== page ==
8 replies on “Voodoo economics Part 354”

I find this all very confusing. In 2005 Ealing Council was offered finanacial encouragement by national government to outsource all its street lighting by means of a PFI. This PFI deal was done with EDF. Susequently EDF sold this PFI to Scottish and Southern Electric (who also supply many of us with electricity). Over the last five years SSE has replaced nearly all the Ealing street lights (14,000+).

Now if anyone is going to replace these new lights with even newer lights it’s going to be SSE – as they own the street lights. SSE is responsible for street light maintenance for the duration of the PFI contract. On the face of it I can’t see why an energy supplier would want to change the PFI contract is such a way as to sell less energy. Presumably this £6.8 million cost to Ealing Council will include expensive changes to the PFI contract.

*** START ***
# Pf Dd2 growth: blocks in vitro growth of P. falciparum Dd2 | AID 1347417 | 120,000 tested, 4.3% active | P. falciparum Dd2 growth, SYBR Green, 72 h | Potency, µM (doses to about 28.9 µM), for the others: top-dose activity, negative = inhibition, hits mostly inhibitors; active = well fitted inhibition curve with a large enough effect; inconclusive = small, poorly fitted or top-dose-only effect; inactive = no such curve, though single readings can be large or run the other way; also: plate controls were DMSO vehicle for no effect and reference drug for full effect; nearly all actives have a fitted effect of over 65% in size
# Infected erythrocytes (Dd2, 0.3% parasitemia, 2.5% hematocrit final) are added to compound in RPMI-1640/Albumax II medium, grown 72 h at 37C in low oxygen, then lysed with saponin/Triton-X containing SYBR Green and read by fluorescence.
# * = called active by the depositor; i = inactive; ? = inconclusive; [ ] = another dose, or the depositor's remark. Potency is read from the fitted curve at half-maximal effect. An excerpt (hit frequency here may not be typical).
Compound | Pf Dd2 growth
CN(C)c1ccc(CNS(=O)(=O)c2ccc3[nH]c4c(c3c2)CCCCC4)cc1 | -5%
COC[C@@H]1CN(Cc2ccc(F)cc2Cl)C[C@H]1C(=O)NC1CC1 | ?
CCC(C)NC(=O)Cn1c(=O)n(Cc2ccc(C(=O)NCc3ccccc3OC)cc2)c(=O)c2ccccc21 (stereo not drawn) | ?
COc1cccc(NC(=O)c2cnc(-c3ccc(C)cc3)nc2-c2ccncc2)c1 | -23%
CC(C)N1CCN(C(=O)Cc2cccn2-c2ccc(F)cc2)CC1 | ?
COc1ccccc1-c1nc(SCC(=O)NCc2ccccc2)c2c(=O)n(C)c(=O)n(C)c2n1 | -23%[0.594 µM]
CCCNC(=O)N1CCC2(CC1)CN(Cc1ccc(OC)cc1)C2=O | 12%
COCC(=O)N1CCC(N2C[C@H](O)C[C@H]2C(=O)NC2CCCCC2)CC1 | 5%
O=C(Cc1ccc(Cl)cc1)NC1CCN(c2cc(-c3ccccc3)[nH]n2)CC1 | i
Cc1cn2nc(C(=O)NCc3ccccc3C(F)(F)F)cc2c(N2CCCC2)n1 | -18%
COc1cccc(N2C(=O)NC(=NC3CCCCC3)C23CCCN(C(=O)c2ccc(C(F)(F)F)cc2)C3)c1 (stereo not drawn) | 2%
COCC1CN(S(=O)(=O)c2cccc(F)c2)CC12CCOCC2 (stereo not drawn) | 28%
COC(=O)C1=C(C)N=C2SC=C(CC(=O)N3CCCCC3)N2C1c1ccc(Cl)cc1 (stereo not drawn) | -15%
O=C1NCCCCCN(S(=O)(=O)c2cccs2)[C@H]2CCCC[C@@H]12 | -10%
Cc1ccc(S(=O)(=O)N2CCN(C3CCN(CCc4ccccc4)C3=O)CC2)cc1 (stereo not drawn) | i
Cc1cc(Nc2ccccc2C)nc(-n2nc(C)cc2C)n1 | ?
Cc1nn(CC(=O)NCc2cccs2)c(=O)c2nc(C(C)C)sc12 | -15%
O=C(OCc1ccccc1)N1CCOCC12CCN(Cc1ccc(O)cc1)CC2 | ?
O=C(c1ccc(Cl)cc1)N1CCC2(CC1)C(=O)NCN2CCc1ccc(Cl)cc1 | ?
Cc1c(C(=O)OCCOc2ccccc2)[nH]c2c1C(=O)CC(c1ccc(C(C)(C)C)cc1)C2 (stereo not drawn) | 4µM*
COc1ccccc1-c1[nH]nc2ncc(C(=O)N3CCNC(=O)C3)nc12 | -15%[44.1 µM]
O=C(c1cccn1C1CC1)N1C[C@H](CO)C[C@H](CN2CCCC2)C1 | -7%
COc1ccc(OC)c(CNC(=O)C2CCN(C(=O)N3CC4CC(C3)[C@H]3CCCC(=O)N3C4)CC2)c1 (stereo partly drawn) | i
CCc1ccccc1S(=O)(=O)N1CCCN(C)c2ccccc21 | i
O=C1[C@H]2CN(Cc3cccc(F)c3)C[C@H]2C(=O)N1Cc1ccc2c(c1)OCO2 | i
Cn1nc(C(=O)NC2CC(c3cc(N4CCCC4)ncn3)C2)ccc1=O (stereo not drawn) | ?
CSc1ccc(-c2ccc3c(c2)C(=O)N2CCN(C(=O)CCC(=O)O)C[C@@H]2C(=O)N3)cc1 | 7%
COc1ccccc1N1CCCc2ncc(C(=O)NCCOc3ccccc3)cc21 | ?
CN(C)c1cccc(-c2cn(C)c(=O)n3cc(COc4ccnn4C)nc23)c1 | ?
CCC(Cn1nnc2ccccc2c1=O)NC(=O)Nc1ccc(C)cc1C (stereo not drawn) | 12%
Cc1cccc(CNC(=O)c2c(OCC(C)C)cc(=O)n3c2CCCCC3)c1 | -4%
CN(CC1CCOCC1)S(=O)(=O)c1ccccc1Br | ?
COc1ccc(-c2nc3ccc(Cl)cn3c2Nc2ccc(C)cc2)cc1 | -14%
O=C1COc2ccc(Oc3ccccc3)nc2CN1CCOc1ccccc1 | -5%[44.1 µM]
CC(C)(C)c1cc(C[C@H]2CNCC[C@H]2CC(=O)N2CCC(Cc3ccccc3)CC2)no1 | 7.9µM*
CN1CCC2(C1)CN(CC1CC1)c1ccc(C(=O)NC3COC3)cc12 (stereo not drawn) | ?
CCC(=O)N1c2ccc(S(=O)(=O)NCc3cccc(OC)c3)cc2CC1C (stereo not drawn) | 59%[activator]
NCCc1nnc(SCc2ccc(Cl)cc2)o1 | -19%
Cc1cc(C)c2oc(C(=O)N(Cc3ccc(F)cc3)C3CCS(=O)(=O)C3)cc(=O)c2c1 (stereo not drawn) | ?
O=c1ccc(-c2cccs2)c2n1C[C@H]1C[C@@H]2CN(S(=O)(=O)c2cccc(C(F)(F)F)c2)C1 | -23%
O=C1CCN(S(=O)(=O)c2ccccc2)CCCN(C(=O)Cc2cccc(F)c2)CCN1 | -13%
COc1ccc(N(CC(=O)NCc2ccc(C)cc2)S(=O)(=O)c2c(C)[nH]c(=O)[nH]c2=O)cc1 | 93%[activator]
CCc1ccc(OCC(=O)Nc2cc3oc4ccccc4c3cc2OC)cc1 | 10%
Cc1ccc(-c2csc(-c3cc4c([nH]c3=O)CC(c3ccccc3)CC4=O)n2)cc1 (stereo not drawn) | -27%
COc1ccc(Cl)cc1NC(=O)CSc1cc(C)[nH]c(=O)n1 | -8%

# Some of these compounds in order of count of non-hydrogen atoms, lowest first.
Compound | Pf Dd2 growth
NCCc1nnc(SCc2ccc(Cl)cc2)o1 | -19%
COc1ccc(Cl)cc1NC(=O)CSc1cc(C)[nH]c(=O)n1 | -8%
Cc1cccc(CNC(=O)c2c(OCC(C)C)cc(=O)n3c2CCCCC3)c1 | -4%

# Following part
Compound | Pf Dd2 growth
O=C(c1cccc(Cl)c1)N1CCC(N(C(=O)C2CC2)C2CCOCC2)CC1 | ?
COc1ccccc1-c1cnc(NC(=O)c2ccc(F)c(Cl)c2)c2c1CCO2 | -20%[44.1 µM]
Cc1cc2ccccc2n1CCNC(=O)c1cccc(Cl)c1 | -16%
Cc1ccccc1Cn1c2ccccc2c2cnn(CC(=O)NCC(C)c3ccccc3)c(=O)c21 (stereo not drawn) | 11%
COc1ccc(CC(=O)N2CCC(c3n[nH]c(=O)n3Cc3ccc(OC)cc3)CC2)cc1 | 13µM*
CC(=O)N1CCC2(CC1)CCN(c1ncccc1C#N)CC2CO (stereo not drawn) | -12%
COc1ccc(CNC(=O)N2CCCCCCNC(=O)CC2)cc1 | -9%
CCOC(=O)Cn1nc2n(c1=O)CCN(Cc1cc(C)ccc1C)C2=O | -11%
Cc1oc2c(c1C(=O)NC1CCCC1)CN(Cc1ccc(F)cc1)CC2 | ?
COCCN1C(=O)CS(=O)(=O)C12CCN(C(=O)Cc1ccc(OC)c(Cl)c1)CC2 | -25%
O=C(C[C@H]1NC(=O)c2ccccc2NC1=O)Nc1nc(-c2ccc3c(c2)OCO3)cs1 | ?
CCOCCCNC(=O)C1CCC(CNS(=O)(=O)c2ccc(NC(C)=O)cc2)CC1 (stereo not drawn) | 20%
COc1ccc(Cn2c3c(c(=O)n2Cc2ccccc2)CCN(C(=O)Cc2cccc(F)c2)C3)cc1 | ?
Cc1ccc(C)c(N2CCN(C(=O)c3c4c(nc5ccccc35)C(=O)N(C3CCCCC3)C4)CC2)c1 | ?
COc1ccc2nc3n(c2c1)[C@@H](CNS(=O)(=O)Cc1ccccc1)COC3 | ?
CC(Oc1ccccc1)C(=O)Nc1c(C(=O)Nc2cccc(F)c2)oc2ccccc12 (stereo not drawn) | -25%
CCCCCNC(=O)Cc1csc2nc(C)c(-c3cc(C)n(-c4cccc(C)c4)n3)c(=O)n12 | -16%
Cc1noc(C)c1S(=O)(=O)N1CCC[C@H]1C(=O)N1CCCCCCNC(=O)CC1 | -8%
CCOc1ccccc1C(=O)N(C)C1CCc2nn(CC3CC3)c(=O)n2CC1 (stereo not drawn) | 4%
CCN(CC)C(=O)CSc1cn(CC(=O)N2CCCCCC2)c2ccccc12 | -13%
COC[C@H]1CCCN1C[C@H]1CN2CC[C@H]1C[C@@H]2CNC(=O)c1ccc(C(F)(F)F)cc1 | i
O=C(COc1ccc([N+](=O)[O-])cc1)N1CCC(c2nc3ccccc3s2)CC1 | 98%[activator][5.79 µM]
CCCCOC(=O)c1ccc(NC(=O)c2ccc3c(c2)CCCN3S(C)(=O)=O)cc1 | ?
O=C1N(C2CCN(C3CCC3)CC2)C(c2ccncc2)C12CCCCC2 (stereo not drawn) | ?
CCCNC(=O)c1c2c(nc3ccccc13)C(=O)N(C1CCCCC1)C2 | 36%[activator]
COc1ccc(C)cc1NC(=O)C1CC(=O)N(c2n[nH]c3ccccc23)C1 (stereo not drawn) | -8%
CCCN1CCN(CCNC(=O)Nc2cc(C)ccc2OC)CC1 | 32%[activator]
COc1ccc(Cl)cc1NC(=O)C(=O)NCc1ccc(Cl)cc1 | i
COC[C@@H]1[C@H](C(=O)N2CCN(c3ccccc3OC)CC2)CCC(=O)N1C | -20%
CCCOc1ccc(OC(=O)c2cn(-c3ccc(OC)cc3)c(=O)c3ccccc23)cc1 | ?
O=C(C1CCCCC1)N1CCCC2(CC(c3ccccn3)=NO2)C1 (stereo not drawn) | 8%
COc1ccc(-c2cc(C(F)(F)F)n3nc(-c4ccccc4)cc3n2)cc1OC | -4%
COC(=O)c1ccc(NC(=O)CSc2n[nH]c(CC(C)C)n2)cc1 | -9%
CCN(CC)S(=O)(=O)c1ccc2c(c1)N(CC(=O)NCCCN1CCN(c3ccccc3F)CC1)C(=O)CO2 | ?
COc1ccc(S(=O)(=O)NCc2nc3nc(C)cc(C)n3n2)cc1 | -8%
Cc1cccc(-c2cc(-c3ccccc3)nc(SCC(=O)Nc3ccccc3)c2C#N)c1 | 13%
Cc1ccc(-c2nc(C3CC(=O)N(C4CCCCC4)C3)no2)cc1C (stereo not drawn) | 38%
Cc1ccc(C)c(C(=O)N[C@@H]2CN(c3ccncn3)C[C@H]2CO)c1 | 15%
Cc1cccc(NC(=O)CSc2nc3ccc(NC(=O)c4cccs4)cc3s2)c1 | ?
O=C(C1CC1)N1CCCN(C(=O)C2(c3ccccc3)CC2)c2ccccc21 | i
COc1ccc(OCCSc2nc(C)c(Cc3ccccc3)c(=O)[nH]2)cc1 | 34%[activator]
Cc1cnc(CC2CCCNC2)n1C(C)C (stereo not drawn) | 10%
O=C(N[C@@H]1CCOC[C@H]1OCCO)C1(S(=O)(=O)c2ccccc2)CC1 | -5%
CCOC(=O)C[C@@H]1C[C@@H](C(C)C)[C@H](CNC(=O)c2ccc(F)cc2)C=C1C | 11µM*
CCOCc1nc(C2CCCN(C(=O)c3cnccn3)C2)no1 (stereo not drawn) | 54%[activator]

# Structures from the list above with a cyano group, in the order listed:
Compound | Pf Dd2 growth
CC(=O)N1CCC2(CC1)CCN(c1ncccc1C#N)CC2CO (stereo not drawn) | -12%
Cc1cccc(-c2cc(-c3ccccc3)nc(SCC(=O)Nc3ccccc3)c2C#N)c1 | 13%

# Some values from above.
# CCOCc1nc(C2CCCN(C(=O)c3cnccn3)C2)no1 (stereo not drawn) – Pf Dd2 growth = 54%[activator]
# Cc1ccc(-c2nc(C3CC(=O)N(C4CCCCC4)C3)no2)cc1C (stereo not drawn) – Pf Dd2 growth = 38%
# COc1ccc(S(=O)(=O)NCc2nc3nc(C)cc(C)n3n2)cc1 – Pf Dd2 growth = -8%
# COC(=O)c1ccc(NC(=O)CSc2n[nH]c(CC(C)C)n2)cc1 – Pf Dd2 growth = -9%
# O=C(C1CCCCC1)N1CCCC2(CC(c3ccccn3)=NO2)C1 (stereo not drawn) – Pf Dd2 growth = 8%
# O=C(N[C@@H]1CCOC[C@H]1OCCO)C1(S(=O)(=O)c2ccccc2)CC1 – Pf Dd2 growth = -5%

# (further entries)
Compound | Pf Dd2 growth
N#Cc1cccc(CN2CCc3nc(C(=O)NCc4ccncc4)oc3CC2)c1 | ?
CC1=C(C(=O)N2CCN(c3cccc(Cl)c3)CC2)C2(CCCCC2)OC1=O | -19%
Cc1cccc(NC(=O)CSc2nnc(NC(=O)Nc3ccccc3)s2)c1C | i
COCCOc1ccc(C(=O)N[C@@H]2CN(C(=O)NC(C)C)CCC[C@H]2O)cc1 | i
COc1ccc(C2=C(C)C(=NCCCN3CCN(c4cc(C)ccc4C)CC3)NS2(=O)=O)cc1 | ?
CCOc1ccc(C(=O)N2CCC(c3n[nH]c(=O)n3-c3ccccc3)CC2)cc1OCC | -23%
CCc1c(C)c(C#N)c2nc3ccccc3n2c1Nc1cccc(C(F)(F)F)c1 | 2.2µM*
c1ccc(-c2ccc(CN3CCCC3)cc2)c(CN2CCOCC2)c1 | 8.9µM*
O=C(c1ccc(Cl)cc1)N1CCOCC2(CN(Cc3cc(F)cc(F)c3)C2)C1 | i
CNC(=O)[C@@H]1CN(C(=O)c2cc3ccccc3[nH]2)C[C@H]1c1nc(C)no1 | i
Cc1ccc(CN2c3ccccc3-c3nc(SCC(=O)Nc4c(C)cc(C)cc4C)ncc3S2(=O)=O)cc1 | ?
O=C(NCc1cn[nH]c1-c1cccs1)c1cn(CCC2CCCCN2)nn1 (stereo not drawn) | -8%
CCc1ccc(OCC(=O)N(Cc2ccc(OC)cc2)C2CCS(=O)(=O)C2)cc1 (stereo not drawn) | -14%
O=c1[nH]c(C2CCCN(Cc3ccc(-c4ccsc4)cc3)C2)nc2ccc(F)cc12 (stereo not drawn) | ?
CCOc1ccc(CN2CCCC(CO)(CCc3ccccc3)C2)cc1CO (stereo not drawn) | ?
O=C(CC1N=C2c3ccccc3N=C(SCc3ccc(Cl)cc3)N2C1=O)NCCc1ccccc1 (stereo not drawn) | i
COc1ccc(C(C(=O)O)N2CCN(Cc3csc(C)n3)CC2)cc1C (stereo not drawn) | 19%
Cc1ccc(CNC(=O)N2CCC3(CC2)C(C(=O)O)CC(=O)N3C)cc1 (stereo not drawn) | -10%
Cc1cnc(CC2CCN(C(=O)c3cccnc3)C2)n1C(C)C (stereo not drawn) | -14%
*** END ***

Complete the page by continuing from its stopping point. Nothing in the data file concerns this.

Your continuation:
On the face of it it seems crazy to spend more money to ‘update’ the street lighting just a year after updating all Ealing’s street lighting.

The TV feature with Councillor Mafouz took part in concerned turning down street lights or turning them off – all to save money. As far as I know the current ‘new’ Ealing/SSE street lights can not (selectively) be turned up/down off/on (say between 2:00am and 6:00am), because the need for this was not conceived at PFI drafting (2005).



LEDs look like a good technical solution rather than turning lights off or keeping them on for a shorter time. The same light for less cost (both electricity and replacement cost). This particular deal looks like a bad commercial solution.

There is always a deal to be done. Contracts, even PFI contracts, can always be re-written. It just looks like the current council is bad at negotiating. The PFI was signed by the previous Labour council in August 2005 and is due to run for 25 years.

Looking around the internet £500 may well be a market price for a LED light assembly. It is quite a high technology piece of kit with controllers, heat sink, etc.